All clean energy paths lead to mining
World Bank sees 500% battery metals growth on current path Metal Tech News Weekly Edition – May 13, 2020
Last updated 7/24/2020 at 6:59am
The World Bank Group estimates that more than 3 billion tons of minerals and metals will be needed to deploy the wind, solar and geothermal power, as well as energy storage, required to meet carbon reduction goals to achieve the 2 degree Celsius temperature increase limit outlined in the 2015 Paris Agreement.
The global adoption of renewable energies could power a 500% increase in the annual production of battery minerals such as graphite, lithium and cobalt, according to a report published by Word Bank on May 11, "Minerals for Climate Action: The Mineral Intensity of the Clean Energy Transition."
"This new report builds on the World Bank's long-standing expertise in supporting the clean energy transition and provides a data-driven tool for understanding how this shift will impact future mineral demand," said Riccardo Puliti, senior director and head of the energy and extractives global practice at the World Bank.
"In other words, the clean energy transition will be significantly mineral intensive," World Bank posted to the Climate-Smart Mining page of its website.
While clean energy is mineral intensive, the organization established to fight poverty believes that socially and environmentally responsible mining of low-carbon minerals and metals is essential and provides opportunities for resource-rich developing countries.
World Bank's Climate-Smart Mining Initiative aims to position developing countries to take advantage of these opportunities, while also ensuring these clean energy minerals are sustainably sourced.
The organization said not taking environmental or societal shortcuts is particularly important in a world disrupted by COVID-19, which is causing developing countries reliant on minerals to miss out on jobs and revenue.
"COVID-19 could represent an additional risk to sustainable mining, making the commitment of governments and companies to climate-smart practices more important than ever before," said Puliti.
All pathways lead to mining
The increased demand for the individual minerals and metals needed for a low-carbon future will depend on how aggressive the world adopts renewable energy and which technologies are adopted.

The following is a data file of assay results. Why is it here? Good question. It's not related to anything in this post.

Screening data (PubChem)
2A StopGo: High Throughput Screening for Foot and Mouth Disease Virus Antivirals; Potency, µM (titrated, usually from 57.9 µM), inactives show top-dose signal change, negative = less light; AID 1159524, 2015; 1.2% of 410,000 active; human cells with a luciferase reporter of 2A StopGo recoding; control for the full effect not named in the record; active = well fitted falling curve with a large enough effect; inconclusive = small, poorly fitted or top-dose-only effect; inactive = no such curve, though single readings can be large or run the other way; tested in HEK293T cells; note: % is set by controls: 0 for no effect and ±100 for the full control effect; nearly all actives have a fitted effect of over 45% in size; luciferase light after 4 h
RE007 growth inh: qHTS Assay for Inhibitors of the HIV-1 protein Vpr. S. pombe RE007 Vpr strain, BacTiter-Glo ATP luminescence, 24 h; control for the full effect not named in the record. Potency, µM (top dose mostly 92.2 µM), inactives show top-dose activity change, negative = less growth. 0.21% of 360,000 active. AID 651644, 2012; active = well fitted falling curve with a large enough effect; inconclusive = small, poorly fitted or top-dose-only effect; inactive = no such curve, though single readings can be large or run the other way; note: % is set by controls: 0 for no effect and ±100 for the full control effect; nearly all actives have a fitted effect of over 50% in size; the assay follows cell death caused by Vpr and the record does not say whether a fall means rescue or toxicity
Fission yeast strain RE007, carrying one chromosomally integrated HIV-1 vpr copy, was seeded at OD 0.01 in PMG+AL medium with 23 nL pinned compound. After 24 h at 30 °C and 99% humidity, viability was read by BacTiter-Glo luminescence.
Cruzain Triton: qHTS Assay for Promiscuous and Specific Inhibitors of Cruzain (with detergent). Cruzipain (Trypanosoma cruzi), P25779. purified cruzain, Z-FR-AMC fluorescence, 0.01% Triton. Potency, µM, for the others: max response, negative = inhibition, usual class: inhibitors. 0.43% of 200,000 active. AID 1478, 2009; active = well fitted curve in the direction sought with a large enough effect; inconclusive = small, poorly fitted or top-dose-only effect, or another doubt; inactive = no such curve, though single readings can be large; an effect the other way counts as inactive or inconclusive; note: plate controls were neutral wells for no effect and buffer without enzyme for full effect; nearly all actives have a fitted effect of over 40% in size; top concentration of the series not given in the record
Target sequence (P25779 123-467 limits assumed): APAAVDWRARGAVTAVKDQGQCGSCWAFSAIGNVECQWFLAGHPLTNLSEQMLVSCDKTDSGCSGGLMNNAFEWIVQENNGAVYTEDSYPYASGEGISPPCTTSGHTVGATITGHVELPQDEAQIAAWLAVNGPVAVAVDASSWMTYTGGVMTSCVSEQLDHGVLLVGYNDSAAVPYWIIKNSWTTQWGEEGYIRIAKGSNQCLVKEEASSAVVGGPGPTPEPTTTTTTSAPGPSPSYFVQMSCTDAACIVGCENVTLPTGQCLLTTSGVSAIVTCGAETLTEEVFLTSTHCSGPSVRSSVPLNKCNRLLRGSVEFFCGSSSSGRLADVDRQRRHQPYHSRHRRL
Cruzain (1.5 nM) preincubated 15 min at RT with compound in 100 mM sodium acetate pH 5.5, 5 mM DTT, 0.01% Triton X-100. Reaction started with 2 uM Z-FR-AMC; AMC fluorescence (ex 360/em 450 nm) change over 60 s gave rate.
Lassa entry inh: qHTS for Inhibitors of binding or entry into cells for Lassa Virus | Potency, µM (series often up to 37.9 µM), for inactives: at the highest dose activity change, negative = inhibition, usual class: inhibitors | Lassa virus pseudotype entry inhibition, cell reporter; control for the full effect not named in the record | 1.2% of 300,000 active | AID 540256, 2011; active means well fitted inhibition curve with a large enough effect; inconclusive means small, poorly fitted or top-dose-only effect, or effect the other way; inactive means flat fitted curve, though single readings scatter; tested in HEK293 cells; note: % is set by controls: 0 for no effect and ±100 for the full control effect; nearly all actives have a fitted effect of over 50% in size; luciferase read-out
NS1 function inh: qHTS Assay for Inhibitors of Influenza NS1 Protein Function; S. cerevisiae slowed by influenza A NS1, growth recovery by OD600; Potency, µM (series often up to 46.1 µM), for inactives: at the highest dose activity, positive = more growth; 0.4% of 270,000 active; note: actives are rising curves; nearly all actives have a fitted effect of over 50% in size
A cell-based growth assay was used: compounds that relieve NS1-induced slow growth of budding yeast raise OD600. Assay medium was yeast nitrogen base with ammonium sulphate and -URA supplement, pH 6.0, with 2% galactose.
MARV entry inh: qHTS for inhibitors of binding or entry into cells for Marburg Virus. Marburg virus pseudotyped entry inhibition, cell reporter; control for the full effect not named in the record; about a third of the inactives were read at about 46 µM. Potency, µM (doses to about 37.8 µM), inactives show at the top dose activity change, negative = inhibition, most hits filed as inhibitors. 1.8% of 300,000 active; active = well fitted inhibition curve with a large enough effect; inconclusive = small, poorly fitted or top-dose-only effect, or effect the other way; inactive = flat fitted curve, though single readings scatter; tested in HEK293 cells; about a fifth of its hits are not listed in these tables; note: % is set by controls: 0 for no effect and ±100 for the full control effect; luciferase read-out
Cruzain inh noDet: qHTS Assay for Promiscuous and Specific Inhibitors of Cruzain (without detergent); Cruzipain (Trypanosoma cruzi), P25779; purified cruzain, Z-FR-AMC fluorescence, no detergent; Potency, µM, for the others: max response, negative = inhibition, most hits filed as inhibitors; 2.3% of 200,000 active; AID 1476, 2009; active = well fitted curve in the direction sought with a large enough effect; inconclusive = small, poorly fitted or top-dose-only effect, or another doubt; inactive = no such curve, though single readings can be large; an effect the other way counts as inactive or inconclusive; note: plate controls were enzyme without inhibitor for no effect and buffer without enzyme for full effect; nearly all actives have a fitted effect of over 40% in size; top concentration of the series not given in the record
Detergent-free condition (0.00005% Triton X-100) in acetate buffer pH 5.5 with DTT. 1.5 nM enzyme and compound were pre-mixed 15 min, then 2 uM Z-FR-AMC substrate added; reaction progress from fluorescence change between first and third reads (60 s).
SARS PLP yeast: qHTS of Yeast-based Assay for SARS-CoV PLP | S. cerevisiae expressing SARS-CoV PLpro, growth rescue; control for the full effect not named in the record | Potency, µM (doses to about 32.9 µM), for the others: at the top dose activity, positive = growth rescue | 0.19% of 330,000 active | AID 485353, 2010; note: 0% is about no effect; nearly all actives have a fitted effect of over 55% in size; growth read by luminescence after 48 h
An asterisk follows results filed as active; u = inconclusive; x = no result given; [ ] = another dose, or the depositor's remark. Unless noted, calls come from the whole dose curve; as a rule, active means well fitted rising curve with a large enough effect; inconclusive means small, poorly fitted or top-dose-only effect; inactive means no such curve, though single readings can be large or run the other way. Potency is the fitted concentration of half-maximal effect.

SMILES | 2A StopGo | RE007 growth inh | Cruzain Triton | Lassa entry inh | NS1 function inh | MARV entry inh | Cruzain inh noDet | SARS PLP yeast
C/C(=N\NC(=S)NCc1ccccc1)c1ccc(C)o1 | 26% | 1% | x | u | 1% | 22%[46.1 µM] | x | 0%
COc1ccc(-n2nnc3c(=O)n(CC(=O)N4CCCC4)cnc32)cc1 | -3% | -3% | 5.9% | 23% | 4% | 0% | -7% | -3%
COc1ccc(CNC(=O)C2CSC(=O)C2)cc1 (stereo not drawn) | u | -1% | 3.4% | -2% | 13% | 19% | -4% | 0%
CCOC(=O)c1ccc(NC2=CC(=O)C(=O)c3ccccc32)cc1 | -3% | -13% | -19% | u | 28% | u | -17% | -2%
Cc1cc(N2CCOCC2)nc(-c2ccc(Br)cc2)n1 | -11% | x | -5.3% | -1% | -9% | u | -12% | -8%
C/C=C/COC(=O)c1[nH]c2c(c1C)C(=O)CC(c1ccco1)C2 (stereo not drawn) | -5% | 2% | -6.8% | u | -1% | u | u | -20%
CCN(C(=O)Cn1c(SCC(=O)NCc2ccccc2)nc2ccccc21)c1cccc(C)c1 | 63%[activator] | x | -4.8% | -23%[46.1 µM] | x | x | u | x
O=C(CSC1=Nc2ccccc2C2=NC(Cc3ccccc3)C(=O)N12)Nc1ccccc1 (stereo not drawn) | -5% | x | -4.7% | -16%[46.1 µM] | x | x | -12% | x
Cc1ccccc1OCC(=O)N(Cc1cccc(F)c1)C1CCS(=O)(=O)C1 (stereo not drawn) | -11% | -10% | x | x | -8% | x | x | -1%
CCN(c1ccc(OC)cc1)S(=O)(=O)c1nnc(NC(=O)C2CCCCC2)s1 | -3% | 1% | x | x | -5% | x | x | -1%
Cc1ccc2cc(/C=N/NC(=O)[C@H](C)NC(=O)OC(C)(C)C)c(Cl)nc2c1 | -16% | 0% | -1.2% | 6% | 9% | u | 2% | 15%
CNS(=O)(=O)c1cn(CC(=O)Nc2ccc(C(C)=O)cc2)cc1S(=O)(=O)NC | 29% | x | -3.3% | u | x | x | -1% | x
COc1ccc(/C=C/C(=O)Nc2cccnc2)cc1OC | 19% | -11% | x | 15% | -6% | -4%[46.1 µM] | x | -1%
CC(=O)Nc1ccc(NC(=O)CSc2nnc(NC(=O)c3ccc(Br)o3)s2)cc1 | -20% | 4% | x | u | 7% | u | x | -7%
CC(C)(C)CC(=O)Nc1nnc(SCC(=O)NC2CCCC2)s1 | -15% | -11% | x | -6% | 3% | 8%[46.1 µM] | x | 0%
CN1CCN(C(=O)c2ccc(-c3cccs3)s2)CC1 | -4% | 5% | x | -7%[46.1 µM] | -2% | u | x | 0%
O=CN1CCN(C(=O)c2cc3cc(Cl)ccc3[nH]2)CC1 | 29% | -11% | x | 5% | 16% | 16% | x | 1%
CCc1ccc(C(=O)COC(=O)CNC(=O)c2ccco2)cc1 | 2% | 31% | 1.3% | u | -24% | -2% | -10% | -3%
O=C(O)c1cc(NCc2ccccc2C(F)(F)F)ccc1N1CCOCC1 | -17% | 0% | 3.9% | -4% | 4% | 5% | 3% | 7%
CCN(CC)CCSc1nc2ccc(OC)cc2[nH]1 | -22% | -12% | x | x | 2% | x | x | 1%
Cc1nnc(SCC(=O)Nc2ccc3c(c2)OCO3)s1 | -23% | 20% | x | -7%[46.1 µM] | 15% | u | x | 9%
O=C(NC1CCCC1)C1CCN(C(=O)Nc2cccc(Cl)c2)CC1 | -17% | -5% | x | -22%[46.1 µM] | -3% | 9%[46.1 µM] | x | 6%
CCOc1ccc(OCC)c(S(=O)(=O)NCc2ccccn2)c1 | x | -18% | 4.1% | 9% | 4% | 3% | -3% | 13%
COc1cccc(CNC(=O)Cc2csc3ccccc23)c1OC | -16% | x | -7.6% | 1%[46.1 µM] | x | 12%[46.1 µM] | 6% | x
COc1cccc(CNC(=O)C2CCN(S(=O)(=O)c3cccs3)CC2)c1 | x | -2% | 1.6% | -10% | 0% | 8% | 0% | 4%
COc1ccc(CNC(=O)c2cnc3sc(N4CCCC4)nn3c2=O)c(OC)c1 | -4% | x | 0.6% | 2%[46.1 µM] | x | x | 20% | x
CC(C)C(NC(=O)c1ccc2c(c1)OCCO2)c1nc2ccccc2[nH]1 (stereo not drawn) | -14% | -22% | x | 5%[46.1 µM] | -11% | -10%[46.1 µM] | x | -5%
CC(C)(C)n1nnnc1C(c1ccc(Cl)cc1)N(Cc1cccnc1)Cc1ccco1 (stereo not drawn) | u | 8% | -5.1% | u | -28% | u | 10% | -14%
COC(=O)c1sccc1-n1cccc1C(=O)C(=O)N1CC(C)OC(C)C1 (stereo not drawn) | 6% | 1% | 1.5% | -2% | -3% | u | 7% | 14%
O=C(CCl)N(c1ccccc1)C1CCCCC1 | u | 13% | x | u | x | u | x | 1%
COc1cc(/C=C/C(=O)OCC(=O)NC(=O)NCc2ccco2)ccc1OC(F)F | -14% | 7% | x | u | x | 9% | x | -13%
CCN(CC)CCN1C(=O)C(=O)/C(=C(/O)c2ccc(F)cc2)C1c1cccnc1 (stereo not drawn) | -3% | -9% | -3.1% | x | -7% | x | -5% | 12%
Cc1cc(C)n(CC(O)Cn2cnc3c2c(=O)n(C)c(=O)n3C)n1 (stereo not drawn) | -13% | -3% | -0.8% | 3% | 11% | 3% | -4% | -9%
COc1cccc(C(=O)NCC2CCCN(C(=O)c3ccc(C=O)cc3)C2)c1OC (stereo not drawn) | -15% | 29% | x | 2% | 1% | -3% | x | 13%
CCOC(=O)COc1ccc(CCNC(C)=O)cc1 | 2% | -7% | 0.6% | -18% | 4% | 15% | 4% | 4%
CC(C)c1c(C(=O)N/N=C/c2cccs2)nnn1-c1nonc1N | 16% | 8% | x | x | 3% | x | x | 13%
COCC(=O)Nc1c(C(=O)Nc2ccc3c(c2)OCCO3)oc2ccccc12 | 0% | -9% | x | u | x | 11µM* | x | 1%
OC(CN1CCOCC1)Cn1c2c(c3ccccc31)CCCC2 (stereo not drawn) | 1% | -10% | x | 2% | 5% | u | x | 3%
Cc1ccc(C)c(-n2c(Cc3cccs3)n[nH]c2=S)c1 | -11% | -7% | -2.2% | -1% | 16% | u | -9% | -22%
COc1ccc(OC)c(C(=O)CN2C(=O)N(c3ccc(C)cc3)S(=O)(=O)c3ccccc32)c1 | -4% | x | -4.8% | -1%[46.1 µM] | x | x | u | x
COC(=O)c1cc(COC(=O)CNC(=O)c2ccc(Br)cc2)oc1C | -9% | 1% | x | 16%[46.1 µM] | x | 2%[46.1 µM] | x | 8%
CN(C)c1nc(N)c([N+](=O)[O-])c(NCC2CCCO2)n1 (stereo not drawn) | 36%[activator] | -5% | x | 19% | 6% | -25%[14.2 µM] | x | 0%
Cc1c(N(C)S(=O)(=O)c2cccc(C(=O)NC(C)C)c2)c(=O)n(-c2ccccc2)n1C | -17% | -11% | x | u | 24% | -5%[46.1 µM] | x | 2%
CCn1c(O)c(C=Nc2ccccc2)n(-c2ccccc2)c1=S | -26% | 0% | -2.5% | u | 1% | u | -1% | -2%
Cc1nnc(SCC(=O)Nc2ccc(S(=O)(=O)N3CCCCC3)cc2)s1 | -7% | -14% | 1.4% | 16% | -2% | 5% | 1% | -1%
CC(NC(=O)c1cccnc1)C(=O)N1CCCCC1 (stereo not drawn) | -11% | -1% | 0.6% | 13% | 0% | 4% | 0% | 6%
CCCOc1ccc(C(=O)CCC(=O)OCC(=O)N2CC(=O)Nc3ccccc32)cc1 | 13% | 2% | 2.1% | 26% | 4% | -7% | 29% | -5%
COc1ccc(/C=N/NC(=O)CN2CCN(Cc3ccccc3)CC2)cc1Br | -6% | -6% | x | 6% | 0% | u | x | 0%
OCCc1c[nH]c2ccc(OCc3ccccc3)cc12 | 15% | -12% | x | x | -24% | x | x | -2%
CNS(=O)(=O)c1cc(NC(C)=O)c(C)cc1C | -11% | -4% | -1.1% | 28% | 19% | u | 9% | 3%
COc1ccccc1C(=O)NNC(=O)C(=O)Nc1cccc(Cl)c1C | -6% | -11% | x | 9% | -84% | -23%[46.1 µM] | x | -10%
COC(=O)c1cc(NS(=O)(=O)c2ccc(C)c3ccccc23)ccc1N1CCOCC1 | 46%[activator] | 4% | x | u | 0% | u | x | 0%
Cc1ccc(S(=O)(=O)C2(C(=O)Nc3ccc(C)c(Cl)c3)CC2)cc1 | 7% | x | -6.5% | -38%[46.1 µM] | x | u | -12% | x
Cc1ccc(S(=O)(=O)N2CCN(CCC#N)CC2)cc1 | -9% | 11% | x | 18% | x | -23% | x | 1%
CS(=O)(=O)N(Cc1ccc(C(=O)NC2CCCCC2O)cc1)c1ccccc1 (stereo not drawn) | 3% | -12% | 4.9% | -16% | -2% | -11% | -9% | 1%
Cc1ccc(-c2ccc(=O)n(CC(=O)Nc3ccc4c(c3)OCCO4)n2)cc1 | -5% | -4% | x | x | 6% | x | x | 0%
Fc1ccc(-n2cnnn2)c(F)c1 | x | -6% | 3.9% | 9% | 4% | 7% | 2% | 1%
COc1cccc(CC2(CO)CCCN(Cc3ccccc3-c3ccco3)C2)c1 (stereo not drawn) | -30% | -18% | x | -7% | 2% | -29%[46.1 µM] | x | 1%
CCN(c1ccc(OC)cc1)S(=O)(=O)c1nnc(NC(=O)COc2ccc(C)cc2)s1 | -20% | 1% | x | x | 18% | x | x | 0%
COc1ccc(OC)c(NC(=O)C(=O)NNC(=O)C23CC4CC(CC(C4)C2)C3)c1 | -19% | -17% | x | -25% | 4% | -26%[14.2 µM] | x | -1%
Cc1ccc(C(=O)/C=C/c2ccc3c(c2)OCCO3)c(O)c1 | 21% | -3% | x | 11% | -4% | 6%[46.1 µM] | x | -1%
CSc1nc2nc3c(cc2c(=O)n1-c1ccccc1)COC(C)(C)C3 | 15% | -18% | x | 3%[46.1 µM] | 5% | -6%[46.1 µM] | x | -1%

"Based upon what we call the demand risk matrix, we know that aluminum, copper and nickel are 'critical' minerals that will play a strong role in the transition to a low-carbon future, as they will be needed for a wide variety of technologies," said Christopher Sheldon, energy and extractives global practice manager at World Bank. "Graphite and lithium are also 'critical', but their outlook depends on the extent to which battery storage is deployed between now and 2050."
At the current trajectory for low-carbon energy, the demand for "high-impact" battery minerals such as graphite, lithium and cobalt is expected skyrocket. However, if energy storage shifts away from lithium-ion batteries, then the demand for these battery minerals will go down.
Copper, on the other hand, will be needed in greater quantities no matter the future sources of electricity are.
World Bank had previously estimated roughly 550 million tons of copper will be needed for generating and transmitting electricity over the next 25 years, which is about the same amount humankind has produced in the past 5,000 years.
Aluminum, nickel, molybdenum and chromium, which cut across most of the 10 energy generating technologies investigated by World Bank, will likely also see increases in demand no matter what low-carbon pathway unfolds over the next 30 years.
Lying between high-impact battery metals and cross-cutting base metals lies a range of medium-impact metals such as neodymium and silver, which are needed in modest quantities for certain green energy applications.
While low-carbon energy is only expected to drive moderate demand for these minerals, they are vital. Neodymium, a magnet metal, is an important ingredient for wind turbines and electric vehicles.
No matter what mix of clean energy technologies emerge, World Bank believes all pathways to a low-carbon future lead to the need to mine some combination of more than 3 billion tons of metals and minerals by 2050.
The organization hopes to ensure these commodities are sustainably sourced, while also helping to bolster the economies in some of the poorest regions on Earth.
Sheldon said mineral-rich countries "need to plan for a range of so-called 'pathways' and pay close attention to how the nature of the clean energy transition will shape future demand."